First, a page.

This is something we have decided to try. We want to THANK the Millwood locations of Rocket Bakery and Starbucks for giving us their empty milk jugs. Under the hoop houses we have green leafy veggies growing. A fresh green salad out of the yard was excellent with our Christmas dinner.
Yet outside of the houses are a line of milk jugs containing seeds that will become starts ready to plant in early spring.
What Should I Plant?
This is the most popular question we are asked by gardeners, and especially by those just starting to grow their own food. And it is a very good question, yet it has a different answer for most people.
Our answer is to plant what you eat. If you are not going to eat it, then it will not be the rewarding experience that it could be. On the agreement form there are a few plants listed that do not work out well at the PPCG.
Second answer to the question is what part of the growing season is it when you want to plant. Different parts of the season work better than others for different plants: some like it cool and some like it hot type of thing.
The Old Farmer’s Almanac Planting Dates is a resource to help you decide when to plant each type of plant.
Hardening off plant starts is a document which gives details on how to get those purchased veggie starts safely into your garden.
What does well at the PPCG
Plants that normally work out well at the PPCG include: Peas, Lettuce, Spinach, Kale, Oniions, Leeks, Summer Squashes, Winter Squashes, Beans, Tomatoes, Peppers, Eggplant, Basil, Radishes, Carrots, Tomatilas, Garlic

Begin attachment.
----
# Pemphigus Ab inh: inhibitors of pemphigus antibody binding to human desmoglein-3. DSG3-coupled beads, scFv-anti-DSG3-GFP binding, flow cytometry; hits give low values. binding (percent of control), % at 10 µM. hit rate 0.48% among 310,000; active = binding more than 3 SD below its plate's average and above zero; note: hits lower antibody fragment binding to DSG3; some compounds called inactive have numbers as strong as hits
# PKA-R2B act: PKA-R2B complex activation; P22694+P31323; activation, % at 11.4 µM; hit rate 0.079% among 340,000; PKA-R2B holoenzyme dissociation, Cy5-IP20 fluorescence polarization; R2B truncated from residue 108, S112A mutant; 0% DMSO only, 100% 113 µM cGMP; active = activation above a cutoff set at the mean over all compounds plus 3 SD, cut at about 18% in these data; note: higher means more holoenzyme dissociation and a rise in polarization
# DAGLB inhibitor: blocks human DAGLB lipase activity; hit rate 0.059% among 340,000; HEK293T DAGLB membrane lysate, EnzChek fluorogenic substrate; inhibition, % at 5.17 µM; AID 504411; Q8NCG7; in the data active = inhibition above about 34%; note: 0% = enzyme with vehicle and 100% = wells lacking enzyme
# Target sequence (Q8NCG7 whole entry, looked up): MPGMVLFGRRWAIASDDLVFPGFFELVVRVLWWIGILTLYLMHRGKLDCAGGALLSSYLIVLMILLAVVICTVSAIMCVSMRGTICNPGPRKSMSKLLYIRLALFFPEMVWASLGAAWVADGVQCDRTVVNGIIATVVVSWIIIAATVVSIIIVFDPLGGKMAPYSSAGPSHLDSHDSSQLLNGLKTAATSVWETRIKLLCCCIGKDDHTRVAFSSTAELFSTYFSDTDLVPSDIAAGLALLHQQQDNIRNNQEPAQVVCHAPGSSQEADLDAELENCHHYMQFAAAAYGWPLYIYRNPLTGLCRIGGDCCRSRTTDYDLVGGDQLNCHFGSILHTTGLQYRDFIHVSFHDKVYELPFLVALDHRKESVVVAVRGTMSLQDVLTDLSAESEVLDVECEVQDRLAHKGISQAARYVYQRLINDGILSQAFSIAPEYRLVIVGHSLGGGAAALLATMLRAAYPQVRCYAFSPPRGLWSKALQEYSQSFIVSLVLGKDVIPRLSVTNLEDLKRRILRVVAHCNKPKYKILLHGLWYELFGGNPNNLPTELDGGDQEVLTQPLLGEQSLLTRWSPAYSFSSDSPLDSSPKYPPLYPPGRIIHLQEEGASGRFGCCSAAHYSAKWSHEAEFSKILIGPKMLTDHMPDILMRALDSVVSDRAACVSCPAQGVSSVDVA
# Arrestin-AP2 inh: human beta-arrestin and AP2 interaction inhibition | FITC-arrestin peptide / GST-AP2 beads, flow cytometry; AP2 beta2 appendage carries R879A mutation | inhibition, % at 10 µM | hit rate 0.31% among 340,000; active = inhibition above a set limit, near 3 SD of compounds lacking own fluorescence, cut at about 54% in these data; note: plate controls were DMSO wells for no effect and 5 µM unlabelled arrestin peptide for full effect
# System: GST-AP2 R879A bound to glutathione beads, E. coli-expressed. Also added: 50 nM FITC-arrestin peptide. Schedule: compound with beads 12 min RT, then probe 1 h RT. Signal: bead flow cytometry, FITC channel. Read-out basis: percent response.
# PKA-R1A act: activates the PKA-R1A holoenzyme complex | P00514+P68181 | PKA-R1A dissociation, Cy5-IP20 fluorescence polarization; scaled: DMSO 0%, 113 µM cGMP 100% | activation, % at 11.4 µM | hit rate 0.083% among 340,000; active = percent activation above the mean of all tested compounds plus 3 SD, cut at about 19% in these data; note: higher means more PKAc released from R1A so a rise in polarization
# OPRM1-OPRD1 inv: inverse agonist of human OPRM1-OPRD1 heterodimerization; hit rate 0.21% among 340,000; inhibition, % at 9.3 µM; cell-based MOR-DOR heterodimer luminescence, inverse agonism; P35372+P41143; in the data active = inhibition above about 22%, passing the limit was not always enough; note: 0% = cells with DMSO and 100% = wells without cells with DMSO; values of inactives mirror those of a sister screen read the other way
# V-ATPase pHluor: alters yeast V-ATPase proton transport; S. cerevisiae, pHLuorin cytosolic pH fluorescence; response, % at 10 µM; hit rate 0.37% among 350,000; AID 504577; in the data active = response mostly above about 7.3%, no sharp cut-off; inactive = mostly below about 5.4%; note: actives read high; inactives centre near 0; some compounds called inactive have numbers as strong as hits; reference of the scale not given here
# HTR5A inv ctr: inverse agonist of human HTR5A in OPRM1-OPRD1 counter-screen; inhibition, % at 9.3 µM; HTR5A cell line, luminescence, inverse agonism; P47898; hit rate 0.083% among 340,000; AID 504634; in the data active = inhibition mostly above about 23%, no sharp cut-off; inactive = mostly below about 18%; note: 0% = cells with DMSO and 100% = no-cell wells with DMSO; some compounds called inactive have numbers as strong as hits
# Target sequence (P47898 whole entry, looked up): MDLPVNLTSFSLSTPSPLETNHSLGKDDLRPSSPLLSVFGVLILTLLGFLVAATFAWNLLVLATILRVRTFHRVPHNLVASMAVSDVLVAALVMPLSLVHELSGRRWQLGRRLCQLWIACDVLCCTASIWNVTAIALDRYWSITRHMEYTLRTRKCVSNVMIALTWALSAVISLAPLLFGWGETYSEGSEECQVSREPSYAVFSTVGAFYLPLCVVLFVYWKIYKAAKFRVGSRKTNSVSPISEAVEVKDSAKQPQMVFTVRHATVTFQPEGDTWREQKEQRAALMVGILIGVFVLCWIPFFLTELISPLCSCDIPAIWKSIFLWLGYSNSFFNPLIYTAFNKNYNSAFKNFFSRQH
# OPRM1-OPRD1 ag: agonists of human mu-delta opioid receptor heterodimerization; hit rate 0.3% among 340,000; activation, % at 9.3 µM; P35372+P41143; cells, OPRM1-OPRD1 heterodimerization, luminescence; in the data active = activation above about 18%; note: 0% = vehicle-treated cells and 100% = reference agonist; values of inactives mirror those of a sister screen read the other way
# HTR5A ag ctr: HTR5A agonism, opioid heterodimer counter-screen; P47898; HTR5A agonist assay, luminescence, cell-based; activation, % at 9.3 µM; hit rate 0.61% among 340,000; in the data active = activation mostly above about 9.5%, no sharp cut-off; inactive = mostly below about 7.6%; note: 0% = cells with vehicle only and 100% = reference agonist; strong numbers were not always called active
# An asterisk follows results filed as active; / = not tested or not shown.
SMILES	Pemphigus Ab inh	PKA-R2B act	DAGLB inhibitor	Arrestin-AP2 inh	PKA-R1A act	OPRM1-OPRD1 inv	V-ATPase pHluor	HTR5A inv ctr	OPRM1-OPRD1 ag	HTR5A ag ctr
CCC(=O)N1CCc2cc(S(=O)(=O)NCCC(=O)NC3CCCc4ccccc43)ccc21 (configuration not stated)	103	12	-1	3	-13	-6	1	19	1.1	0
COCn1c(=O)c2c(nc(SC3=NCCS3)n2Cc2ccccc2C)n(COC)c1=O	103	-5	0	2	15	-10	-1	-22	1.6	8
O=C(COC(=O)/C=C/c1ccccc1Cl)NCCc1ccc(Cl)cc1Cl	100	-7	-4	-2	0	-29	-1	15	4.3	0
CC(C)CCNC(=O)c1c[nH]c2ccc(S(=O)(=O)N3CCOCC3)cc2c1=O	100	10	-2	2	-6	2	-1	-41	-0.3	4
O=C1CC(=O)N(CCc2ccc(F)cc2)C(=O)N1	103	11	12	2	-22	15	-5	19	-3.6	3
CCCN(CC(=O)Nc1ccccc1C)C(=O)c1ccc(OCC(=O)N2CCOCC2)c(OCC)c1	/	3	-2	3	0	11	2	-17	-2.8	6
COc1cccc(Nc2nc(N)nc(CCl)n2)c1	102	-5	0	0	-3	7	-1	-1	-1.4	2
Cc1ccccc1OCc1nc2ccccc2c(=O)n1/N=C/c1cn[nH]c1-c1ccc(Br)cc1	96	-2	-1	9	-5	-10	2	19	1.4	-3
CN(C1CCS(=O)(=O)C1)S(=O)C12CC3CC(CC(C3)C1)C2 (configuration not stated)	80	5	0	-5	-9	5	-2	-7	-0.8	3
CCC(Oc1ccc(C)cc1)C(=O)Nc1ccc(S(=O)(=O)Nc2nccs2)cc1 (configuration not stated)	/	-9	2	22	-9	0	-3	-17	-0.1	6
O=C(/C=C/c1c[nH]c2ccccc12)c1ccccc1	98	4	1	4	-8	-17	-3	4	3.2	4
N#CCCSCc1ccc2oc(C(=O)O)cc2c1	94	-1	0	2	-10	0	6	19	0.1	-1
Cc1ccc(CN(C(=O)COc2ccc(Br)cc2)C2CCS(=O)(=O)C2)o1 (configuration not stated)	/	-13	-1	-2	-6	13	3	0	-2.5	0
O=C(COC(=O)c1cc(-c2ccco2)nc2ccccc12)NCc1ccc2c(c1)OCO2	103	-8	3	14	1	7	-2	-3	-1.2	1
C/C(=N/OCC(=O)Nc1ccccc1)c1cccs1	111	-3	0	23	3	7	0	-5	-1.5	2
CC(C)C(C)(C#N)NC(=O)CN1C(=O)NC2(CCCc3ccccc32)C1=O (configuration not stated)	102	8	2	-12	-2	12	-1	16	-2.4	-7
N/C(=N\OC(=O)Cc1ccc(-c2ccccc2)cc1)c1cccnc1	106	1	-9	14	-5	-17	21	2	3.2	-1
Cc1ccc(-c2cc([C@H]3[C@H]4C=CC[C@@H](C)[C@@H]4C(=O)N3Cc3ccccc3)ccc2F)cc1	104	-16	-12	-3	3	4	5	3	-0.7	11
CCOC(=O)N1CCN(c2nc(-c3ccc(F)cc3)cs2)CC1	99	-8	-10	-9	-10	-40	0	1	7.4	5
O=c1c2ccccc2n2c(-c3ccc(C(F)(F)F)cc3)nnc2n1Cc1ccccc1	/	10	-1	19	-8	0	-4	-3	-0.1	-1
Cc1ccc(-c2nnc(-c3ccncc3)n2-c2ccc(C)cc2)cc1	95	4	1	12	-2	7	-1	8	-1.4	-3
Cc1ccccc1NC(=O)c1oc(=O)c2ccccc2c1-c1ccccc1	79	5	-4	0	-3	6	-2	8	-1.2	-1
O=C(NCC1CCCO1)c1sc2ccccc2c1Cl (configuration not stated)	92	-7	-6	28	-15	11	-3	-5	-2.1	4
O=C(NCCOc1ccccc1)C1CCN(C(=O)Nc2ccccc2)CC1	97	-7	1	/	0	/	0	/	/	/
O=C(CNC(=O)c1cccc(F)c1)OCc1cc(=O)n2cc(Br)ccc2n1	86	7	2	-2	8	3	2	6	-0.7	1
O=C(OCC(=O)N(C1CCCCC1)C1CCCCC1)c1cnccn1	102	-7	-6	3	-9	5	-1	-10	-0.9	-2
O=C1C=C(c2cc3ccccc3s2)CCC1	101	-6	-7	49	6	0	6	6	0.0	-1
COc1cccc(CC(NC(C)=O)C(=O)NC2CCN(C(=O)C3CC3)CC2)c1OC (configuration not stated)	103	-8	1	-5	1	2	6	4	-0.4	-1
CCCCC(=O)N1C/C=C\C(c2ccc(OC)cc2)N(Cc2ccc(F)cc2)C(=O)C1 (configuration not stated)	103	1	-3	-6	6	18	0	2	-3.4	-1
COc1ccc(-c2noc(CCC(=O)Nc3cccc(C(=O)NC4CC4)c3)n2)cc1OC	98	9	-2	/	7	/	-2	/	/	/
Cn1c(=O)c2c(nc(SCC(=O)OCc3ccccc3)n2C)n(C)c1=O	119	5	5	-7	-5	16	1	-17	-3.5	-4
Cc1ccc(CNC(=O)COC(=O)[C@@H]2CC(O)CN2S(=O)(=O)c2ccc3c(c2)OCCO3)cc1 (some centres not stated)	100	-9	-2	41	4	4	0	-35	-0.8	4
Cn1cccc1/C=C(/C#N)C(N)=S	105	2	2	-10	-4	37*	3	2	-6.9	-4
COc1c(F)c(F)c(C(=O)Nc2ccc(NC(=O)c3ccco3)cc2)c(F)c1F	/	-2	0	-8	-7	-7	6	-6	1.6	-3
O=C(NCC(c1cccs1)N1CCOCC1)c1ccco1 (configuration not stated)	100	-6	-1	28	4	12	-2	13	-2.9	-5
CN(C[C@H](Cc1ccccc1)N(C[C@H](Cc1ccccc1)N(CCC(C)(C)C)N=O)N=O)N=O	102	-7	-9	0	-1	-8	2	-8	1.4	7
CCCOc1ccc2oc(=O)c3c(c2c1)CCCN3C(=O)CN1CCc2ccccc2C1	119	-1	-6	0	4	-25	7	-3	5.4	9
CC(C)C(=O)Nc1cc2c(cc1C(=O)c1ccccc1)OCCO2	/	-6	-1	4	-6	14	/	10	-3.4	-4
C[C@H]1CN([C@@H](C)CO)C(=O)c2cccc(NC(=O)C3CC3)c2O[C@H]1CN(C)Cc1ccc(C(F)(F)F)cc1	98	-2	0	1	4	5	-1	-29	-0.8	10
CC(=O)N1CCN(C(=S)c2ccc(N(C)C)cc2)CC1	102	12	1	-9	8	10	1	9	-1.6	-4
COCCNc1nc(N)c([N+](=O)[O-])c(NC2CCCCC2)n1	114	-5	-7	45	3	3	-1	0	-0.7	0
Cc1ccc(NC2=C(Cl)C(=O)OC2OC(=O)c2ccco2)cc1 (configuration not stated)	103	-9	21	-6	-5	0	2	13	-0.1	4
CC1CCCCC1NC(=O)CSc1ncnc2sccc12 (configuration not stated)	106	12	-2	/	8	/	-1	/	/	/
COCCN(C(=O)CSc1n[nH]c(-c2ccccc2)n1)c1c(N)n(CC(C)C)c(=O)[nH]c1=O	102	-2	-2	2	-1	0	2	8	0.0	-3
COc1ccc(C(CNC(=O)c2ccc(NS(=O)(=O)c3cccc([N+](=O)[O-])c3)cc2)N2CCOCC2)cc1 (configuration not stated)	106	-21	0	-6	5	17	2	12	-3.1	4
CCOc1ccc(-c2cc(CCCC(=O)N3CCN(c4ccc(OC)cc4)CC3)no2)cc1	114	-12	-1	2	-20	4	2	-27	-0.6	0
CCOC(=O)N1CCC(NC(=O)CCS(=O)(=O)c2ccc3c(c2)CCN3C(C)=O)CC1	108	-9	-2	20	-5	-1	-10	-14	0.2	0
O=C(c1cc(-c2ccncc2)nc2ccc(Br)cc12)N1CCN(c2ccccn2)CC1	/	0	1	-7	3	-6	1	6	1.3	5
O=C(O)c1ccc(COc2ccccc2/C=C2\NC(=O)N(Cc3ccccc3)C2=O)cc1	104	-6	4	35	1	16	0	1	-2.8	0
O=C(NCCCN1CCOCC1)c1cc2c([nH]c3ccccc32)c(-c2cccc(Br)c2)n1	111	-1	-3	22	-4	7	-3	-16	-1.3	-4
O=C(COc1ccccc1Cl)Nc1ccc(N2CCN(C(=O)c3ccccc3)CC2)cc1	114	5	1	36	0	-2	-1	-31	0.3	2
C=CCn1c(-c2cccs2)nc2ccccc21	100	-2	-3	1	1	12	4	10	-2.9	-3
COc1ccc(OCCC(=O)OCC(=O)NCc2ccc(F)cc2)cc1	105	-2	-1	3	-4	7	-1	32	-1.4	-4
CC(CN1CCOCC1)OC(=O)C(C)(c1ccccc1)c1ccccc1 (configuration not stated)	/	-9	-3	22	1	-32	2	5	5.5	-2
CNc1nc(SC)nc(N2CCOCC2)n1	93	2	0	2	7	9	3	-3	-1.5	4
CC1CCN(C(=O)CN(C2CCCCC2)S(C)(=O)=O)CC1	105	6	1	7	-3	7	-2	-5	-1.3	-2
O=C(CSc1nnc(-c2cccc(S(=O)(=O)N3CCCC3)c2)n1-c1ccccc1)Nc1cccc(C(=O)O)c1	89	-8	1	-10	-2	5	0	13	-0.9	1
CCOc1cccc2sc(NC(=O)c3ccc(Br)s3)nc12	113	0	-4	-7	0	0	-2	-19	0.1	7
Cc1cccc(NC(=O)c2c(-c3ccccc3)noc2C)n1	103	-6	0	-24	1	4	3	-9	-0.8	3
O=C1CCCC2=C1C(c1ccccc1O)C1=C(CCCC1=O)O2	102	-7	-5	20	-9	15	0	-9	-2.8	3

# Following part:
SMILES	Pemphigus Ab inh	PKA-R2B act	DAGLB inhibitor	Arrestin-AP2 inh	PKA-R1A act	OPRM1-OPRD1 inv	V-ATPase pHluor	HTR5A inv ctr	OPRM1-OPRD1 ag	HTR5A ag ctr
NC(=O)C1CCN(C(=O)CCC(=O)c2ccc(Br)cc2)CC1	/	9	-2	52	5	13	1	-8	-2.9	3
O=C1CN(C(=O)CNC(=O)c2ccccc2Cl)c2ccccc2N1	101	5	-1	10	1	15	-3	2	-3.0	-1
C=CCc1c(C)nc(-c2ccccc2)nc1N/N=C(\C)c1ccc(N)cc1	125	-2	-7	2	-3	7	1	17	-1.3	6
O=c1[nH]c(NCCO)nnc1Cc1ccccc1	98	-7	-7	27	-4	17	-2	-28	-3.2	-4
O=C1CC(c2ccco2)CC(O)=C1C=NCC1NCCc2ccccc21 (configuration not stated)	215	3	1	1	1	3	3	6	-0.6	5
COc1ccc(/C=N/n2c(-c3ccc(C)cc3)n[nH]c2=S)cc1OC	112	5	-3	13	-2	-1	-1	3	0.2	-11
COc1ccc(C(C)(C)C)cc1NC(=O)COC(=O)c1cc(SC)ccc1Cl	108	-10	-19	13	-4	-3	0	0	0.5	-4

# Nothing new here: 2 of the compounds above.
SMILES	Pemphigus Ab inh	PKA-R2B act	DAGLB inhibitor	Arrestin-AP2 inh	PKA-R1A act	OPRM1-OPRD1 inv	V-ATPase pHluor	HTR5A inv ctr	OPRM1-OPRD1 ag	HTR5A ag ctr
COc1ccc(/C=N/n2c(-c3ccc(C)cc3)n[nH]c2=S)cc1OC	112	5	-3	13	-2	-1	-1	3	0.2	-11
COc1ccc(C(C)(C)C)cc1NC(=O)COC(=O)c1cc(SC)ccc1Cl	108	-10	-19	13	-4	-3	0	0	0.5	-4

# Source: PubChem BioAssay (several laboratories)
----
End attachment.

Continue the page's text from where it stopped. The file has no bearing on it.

What does not do as well at the PPCG
We have had limited success with melons in the garden and Corn requires a very large patch in order to have them pollinate the ears properly.(and if they are not fenced off the deer love to eat the silk on the ears, making the plant unable to produce any kernels). The biggest problem we have with some crops is the local wild life. We have regular visitors of deer and occasionally a moose. We had one rabbit last year so I imagine that we will see more if the Coyotes did not get them. We have devised a system of hoops from plastic ENT(electrical nonmetallic tubing) and rebar covered with chicken wire or netting that does a wonderful job at deterring critter damage.
How should you start or obtain your plants?
There are three categories into which most vegetables fit. Sensitive. Semi-Hardy, and Hardy.
Sensitive plants are damaged by even a light frost. These include the following: Basil, Beans, Cucumbers, Eggplants, Okra, Peppers, Summer Squash, , Pumpkins, Tomatillos, Tomatoes, Peppers, Melons and Winter squash
Semi-Hardy plants are tolerant of light frost. They consist of the following: Arugula, Beets, Carrots, Cauliflower, Celery, Lettuce, Peas, Swiss Chard and Mustards
Hardy vegetables may tolerate hard frost, especially once the plant has a bit of growth behind it. Many of these are great to plant in August or September so they will last into the cold months of winter. These plants consist of: Broccoli, Brussels sprouts, Cabbage, Collards, Kale, Kohlrabi, Onions, Parsley Radishes, Rutabaga, Spinach, Turnips, and Leeks .
You can purchase already started plants from several of local partners and some of the seed companies will also ship started plants. Find these sources on our Community Page. Desert Jewels is right around the corner on Upriver Drive, Holly’ Garden is on Valley Way near Spraguge, North 40 is in Millwood, and, and NWSP is on spraguge towards downtown.
Your can start your own plants at home. We normally have the grow lights on by early February.
And you can plant seeds in the ground at the garden once the time and temperature is correct for that plant type. Semi-hardy and Hardy plants are among the earliest seeds able to go into the soil in Spring.